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The production of milk alternatives

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Plant-based drinks are currently one of the most promising beverage categories – certainly in the European and North American markets.

In recent years, consumers have begun to rethink their nutritional choices. Avoiding animal products in daily nutrition is no longer affecting just strict vegetarians or vegans. With a big impact: ten years ago, plant-based milk alternatives were more likely to be found as niche products, especially in organic shops, today they have arrived in every supermarket without exception - and the shelves are getting fuller and more colorful. There are different types of milk alternatives, which are based mainly on soy, oats, spelt, buckwheat, rice, almonds, or other nuts.

When it comes to producing and bottling milk alternatives, it’s completely clear that the production of them differs from conventional milk in certain process steps. But how do the underlying raw materials affect the production of milk alternatives?

Differences appear in the process technology

If you take a look at the main production steps, they are essentially the same. The raw material has to be milled (wet or dry) and filtered or separated before blending other ingredients in. To make the products shelf-stable, they are heat-treated and homogenized, after which they are filled aseptically.

But there’s more behind it. Based on the input materials used, the individual process steps can be quite completely different. Questions that arise in this context are, for example: is the raw material fresh or dried? Are they whole nuts or grains? Or is the raw material processed as meal or flours?

Milling

The first differences already become apparent during grinding, as the whole process varies depending on the raw material used: The deciding factors here include whether the inputs are dried or fresh, peeled or whole. Some raw materials will be roasted prior to milling. Almonds, for example, are roasted to reduce undesirable constituents such as benzaldehyde.

As cereals are usually ground into a dry flour, water has to be added. High-fat materials such as almonds and peanuts are ground into a highly viscous paste.

Preparation

To make further processing easier and in some cases to remove unwanted constituents or impurities, raw materials like soy, hazelnuts, rice, almonds, and peanuts are first soaked in water.

A blanching step may also be added to improve the microbiological profile and reduce certain original enzymes. Here, the raw material is briefly heated in water and then immediately cooled.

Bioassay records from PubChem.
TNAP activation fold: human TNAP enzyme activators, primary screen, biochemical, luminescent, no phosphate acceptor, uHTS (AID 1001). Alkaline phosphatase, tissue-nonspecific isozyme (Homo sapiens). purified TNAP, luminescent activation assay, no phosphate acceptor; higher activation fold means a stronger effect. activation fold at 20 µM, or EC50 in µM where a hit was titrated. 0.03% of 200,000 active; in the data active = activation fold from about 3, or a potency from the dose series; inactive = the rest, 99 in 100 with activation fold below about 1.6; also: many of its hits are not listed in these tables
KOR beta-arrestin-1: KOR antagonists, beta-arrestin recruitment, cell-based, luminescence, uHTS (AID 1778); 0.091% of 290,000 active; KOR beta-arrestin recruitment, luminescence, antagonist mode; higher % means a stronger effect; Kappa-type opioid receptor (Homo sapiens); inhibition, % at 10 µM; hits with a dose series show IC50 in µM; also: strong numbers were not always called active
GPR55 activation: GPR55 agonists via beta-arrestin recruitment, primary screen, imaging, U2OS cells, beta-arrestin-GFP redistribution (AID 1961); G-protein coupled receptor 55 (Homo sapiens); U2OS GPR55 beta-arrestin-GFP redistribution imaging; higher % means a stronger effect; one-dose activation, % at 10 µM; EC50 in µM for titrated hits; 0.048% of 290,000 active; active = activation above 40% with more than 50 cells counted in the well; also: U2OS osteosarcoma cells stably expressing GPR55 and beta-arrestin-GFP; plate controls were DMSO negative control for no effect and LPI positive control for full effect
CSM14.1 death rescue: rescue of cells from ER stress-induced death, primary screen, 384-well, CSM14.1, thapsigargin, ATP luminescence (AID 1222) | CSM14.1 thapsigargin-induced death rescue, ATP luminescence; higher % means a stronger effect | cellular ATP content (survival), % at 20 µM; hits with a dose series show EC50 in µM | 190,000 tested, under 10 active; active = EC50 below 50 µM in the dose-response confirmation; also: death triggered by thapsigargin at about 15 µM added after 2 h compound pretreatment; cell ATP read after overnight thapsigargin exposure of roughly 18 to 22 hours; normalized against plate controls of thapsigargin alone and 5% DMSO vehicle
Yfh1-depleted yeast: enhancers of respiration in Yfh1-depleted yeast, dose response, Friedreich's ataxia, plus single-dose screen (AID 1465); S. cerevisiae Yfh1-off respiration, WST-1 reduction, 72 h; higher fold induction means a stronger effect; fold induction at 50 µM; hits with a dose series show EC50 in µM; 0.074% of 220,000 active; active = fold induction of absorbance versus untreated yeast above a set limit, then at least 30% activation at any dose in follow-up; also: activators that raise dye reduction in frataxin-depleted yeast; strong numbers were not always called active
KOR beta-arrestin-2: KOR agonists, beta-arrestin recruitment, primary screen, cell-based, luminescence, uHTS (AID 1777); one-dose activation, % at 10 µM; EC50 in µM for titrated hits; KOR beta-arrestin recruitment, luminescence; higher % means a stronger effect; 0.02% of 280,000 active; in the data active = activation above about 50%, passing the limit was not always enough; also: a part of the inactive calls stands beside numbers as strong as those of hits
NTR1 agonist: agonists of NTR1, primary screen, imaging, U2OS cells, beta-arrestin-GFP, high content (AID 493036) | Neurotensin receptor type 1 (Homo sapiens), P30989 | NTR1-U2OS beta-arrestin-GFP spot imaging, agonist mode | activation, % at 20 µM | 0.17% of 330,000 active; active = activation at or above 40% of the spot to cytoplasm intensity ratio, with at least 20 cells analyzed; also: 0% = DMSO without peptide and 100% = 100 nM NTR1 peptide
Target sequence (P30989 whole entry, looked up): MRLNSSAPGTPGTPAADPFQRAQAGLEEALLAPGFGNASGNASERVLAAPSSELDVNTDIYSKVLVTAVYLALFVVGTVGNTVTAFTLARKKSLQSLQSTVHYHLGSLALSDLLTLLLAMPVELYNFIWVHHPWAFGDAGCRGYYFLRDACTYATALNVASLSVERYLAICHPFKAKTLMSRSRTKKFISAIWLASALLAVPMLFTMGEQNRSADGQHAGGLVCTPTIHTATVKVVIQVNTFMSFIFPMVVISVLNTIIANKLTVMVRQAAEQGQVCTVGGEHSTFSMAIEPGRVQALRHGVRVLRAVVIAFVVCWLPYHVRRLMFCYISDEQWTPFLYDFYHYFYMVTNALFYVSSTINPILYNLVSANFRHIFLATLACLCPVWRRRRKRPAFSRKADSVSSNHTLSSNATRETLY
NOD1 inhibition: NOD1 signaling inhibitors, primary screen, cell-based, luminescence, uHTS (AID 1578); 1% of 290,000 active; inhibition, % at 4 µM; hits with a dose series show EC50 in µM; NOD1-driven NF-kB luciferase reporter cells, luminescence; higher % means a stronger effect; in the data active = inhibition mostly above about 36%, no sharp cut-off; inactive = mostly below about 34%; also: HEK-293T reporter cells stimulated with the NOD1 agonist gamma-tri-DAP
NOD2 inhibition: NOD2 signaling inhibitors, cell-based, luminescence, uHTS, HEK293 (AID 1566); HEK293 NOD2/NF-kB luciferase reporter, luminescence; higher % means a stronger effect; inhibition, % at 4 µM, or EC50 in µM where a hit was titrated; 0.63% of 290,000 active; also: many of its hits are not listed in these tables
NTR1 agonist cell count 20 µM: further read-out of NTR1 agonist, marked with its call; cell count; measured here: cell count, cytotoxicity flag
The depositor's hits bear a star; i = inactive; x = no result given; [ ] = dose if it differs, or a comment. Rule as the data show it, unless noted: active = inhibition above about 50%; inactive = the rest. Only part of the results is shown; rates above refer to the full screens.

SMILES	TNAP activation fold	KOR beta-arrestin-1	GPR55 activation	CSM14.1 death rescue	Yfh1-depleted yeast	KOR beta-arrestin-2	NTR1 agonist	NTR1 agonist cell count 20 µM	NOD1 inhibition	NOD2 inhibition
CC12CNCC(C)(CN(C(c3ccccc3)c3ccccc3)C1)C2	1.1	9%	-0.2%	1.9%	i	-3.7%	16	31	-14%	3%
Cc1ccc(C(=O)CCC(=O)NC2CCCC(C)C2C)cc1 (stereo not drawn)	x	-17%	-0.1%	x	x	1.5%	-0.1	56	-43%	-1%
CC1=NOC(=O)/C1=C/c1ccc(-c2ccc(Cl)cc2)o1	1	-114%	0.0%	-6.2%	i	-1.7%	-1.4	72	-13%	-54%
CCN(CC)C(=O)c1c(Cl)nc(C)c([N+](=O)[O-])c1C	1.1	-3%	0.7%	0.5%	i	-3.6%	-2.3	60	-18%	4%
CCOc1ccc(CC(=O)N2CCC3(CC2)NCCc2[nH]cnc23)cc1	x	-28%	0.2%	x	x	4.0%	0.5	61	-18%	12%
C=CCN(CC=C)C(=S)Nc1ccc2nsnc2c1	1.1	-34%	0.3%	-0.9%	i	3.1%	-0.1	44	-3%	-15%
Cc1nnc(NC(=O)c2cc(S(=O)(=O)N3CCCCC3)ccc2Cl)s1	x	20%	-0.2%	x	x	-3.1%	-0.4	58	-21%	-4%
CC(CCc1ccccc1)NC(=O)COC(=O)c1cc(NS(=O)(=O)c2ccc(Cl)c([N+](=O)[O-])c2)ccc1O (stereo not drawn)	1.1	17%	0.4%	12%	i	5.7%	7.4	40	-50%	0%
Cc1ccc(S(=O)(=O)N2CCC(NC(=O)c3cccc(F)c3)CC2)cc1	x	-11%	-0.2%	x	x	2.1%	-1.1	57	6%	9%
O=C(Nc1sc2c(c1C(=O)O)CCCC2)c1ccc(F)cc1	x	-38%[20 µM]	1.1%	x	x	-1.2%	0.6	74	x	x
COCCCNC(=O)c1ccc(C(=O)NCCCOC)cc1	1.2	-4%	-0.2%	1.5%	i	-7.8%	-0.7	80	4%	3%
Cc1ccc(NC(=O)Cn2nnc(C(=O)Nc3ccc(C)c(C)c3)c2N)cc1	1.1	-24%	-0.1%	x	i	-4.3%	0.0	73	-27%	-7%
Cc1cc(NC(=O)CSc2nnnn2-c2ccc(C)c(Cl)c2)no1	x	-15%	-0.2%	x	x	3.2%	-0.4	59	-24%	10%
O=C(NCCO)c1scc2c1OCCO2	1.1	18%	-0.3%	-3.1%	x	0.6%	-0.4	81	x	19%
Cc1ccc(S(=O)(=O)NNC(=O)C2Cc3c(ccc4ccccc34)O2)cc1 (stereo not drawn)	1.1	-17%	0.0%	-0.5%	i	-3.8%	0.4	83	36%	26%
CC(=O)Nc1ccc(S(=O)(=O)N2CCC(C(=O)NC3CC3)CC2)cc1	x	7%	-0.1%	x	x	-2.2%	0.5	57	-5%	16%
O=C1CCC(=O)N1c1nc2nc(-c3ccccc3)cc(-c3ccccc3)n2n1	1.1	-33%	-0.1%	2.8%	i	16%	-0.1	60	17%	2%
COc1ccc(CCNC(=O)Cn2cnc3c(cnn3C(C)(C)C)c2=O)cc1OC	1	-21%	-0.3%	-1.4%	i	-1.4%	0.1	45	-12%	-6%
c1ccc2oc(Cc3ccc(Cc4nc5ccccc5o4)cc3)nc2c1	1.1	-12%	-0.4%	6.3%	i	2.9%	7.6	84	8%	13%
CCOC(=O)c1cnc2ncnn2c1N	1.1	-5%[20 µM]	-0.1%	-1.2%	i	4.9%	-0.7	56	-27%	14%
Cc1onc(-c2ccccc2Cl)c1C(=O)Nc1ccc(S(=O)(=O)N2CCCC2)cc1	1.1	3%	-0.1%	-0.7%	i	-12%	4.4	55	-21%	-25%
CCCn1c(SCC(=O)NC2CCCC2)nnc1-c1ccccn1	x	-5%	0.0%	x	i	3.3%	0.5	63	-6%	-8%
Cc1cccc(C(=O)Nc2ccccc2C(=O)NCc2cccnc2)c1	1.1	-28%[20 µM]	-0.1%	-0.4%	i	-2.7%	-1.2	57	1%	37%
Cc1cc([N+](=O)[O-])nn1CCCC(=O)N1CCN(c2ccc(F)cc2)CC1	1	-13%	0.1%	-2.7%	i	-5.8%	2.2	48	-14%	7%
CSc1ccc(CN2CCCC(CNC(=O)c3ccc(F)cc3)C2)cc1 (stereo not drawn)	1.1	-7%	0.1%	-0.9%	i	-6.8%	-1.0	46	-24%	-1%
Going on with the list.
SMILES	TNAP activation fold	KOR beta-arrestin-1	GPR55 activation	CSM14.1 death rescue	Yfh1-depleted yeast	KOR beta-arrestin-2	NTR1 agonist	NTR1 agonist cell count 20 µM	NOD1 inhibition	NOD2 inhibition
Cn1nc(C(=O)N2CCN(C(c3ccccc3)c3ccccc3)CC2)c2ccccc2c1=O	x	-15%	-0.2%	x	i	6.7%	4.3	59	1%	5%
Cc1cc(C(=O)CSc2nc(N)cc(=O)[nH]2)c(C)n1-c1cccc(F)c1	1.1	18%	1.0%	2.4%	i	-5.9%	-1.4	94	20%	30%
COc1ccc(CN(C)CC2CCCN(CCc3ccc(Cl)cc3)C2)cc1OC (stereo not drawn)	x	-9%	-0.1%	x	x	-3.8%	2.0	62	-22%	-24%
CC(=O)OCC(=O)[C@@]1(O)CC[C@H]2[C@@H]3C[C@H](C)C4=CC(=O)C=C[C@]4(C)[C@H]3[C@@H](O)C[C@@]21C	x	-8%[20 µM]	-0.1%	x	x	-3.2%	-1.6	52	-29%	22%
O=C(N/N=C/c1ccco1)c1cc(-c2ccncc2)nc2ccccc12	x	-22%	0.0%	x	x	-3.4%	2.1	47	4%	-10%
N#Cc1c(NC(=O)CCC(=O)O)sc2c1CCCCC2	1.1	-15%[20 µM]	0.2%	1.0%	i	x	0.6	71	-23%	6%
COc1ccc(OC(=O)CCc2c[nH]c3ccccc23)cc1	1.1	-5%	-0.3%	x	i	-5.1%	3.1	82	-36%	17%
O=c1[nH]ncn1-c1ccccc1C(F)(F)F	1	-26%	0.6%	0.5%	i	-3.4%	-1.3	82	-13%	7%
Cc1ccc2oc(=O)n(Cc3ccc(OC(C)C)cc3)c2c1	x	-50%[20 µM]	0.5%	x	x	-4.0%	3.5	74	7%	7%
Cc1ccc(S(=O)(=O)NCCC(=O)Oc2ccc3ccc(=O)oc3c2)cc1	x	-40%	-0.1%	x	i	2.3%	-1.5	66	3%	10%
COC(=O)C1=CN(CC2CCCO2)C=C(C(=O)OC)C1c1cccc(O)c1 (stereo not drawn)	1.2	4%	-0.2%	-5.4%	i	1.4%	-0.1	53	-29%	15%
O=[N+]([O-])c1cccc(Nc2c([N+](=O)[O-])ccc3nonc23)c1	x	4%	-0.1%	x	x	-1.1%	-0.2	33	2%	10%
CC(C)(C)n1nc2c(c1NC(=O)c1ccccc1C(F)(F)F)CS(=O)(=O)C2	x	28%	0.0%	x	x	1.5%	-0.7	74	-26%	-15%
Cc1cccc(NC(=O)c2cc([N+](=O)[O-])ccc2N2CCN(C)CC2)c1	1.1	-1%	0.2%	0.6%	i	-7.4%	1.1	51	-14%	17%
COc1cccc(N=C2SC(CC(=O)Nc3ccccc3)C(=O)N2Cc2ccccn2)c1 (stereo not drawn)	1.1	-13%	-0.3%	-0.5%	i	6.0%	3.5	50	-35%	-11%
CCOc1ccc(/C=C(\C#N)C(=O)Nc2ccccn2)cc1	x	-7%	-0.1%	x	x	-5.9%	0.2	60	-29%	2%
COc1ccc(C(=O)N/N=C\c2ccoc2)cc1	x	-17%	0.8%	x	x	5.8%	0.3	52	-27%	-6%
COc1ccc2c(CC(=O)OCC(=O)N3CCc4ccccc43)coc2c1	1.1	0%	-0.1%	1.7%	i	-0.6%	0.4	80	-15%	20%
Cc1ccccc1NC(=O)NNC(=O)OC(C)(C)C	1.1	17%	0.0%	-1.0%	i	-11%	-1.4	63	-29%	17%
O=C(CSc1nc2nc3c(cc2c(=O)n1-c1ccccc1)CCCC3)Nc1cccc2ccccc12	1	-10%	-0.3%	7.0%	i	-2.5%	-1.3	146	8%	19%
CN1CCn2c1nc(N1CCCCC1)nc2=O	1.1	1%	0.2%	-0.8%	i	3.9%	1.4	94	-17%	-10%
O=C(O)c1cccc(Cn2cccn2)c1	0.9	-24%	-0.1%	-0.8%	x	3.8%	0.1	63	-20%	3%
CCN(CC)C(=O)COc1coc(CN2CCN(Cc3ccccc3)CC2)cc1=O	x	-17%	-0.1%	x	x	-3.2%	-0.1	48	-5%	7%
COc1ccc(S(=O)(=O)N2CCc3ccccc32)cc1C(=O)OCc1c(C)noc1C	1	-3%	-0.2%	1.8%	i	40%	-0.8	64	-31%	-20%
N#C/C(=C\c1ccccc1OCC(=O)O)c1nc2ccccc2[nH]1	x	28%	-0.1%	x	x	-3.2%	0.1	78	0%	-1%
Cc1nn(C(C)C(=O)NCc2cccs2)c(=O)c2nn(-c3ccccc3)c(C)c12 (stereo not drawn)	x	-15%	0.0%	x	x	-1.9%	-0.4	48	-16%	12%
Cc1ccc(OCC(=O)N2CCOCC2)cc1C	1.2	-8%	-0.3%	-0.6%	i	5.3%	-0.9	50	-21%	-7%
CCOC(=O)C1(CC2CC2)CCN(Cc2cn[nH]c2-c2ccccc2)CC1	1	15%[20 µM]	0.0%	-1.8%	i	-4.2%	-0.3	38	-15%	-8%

Cereals must be treated differently, as the starch components must be broken down using hydrolysis in the first step. Because the starch is separated into dextrins, this step influences the viscosity of the product by preventing gelatinization. The step also has an effect on the product’s sweetness as the dextrins are separated into maltose and glucose.

Unwanted constitutive parts can then be removed or deactivated by subsequent heating of the liquid: Heating for example deactivates the lipoxygenase enzymes, responsible for the typical “beany” flavor in soybeans.

Filtration/separation

Both soy and cereals contain a relatively high content of insoluble fibers. To produce a beverage that is easily digestible, the fibers must be removed in either a decanter centrifuge or a filtration process. Such a process is not necessary for almonds.

The remaining residues can be dried and pressed and made available for example to animal feed manufacturers. Another possibility is to collect the fibers and return them back into the manufacturing process for a second extraction to increase yields.

Blending in additional ingredients

The proportion of protein, fat, mineral, or vitamin varies depending on the raw material used. During production of plant-based drinks might have to add plant oils, vitamins, or minerals, or even salt, sugar, or stabilizers to the product.

Heat treatment and homogenization

To receive a shelf-stable final product, heat treatment and homogenization are done before filling. In most cases the product also undergoes ultra-high temperature, as it’s sold at room temperatures in the supermarket.  A high-pressure homogenization afterwards reduces the size of residuals, so fat remains in suspension and does not separate out.

Aseptic filling

As plant-based drinks resemble milk not only visually but also in their sensitivity, aseptic filling is necessary to ensure a long shelf life. For this purpose, Krones offers with the Contipure AseptBloc DN a proven technology for filling plant-based drinks aseptically and reliably.

Discover the Krones solutions for handling plant-based drinks at the Anuga FoodTec, hall 5.1, stand A-101-D108.